“You didn’t bring him here, did you?” says Claire (Lisa Kudrow) to her husband Richard (Jeff Daniels) as he settles in for a stay at a vacation cabin in Sag Harbor.
She’s not referring to any past indiscretions, or any literal figure at all. The third party in question is Captain Excellent, an imaginary superhero who invisibly accompanies Richard, in the same way that a 6-foot rabbit advised Jimmy Stewart in “Harvey” or Humphrey Bogart counseled Woody Allen in “Play It Again, Sam.”
Captain Excellent is a key player in “Paper Man,” an indie picture that looks at the neurotic life of Richard, a writer who can’t get anything going on his new project. Richard is full of fears, concerned with germs and easily freaked out by mismatched interior design.
His imaginary friend is a sarcastic, platinum blond hero with cape and tights. Ryan Reynolds, that supremely tongue-in-cheek actor, plays Captain Excellent, who exists to bolster Richard’s flagging spirits at key moments. The rest of the time, Excellent seems strangely taunting in his relationship with his constant companion.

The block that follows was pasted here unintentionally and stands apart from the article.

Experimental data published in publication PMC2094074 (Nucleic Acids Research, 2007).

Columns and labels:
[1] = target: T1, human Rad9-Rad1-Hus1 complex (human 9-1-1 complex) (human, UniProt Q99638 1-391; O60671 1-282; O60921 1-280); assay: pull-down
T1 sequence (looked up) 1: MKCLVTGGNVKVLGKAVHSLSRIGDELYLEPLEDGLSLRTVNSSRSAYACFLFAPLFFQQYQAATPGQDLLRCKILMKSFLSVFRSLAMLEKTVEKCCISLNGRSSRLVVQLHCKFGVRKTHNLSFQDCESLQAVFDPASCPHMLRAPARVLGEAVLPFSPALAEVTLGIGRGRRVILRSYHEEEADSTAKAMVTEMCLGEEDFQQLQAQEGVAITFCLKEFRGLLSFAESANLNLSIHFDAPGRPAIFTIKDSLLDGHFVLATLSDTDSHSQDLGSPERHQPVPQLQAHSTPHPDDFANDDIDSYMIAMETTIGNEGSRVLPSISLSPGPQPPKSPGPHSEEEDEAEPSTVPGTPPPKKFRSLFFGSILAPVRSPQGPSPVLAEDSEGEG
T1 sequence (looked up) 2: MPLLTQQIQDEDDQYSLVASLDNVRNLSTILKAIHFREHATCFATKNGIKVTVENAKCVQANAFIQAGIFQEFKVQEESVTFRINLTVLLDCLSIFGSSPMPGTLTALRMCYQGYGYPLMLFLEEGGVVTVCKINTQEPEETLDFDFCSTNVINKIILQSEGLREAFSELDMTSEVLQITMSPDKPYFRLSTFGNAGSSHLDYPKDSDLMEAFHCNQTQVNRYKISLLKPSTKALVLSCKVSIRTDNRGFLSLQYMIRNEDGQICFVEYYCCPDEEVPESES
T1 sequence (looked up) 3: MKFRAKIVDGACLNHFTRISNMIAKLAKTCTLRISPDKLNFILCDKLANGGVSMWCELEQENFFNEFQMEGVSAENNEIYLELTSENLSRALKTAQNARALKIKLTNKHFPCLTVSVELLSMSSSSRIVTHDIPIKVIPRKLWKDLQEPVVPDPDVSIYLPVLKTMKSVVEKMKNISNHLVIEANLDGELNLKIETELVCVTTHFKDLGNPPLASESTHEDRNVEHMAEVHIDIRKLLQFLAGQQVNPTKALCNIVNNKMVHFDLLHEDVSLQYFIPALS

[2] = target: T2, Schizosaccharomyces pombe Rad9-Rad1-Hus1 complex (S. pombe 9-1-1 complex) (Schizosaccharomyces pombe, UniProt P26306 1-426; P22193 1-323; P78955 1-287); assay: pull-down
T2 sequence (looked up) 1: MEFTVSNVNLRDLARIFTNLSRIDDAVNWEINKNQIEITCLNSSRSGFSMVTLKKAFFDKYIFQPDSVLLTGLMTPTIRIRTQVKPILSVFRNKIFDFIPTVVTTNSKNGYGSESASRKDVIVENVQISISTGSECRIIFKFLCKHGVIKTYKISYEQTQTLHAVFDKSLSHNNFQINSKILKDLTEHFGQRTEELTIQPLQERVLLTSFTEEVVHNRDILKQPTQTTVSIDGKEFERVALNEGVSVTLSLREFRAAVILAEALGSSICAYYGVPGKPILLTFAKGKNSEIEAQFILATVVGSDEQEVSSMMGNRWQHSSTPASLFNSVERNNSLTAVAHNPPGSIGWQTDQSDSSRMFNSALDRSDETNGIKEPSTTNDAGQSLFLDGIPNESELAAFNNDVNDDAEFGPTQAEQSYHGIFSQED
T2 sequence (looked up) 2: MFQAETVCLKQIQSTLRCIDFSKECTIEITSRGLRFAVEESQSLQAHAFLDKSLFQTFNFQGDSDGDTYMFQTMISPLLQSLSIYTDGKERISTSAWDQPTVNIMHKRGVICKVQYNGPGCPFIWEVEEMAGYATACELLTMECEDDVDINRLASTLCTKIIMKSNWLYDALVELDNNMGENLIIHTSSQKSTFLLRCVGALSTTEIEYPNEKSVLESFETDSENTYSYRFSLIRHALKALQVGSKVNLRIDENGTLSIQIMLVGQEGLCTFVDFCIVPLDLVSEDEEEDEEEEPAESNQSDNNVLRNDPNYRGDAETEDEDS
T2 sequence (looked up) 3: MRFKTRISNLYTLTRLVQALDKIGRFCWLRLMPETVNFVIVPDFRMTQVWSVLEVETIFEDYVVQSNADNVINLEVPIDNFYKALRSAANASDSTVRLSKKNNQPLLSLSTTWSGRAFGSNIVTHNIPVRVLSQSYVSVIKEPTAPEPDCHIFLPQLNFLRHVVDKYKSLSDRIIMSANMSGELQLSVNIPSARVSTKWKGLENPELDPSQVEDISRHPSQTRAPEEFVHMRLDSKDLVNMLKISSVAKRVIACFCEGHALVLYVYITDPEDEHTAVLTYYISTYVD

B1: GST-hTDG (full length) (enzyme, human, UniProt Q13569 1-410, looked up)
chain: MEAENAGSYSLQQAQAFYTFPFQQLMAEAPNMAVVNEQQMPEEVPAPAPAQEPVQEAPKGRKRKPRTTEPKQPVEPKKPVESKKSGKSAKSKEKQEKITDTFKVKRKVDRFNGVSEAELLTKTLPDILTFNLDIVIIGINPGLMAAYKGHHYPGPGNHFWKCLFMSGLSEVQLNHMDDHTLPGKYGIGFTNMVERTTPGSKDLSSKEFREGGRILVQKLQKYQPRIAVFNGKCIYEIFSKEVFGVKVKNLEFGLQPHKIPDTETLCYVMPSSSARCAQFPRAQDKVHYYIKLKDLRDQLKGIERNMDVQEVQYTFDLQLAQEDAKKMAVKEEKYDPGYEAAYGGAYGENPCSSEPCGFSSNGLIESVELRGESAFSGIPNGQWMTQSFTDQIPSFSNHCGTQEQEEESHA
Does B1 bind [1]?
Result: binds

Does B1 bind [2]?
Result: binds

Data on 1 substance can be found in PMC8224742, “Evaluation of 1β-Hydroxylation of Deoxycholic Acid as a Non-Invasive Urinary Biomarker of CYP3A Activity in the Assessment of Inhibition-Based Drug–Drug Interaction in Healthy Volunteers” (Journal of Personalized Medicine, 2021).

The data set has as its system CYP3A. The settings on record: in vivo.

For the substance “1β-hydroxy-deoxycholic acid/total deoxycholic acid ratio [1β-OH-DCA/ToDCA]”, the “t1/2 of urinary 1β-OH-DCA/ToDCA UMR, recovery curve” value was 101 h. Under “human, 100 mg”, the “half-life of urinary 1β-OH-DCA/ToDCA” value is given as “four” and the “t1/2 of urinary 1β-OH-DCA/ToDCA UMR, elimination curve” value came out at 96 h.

Richard’s new book features a chicken as his main character, which might be one reason he’s having so much trouble getting going on it. He’s also distracted by the young woman (Emma Stone, from “Zombieland”) he meets in town, whose whimsical nature is restorative to him.
He’s unsure about why he’s at the cabin and his wife is still in town, for that matter. “Sweetie, if we were separating, you’d be the first to know,” Claire assures him, a line delivered only as the great Lisa Kudrow can deliver it.
“Paper Man” is written and directed by Kieran and Michele Mulroney, who have sympathy for Richard’s case of writer’s block. So does Jeff Daniels, who allows himself to look foolish as he becomes infatuated — in a sort of nonsexual way — with the teenager who cooks him soup and humors his moods.
Except for Richard’s imaginary adviser, there just isn’t much about “Paper Man” that seems distinctive in any way, despite the nice cast and the seaside locations. Like this week’s “Multiple Sarcasms,” the film follows a familiar plot of a writer who needs to pass through a therapeutic journey before he can get it together. As a video rental, it affords decent exposure to Daniels and Stone and Kudrow, but it isn’t quite a movie, somehow.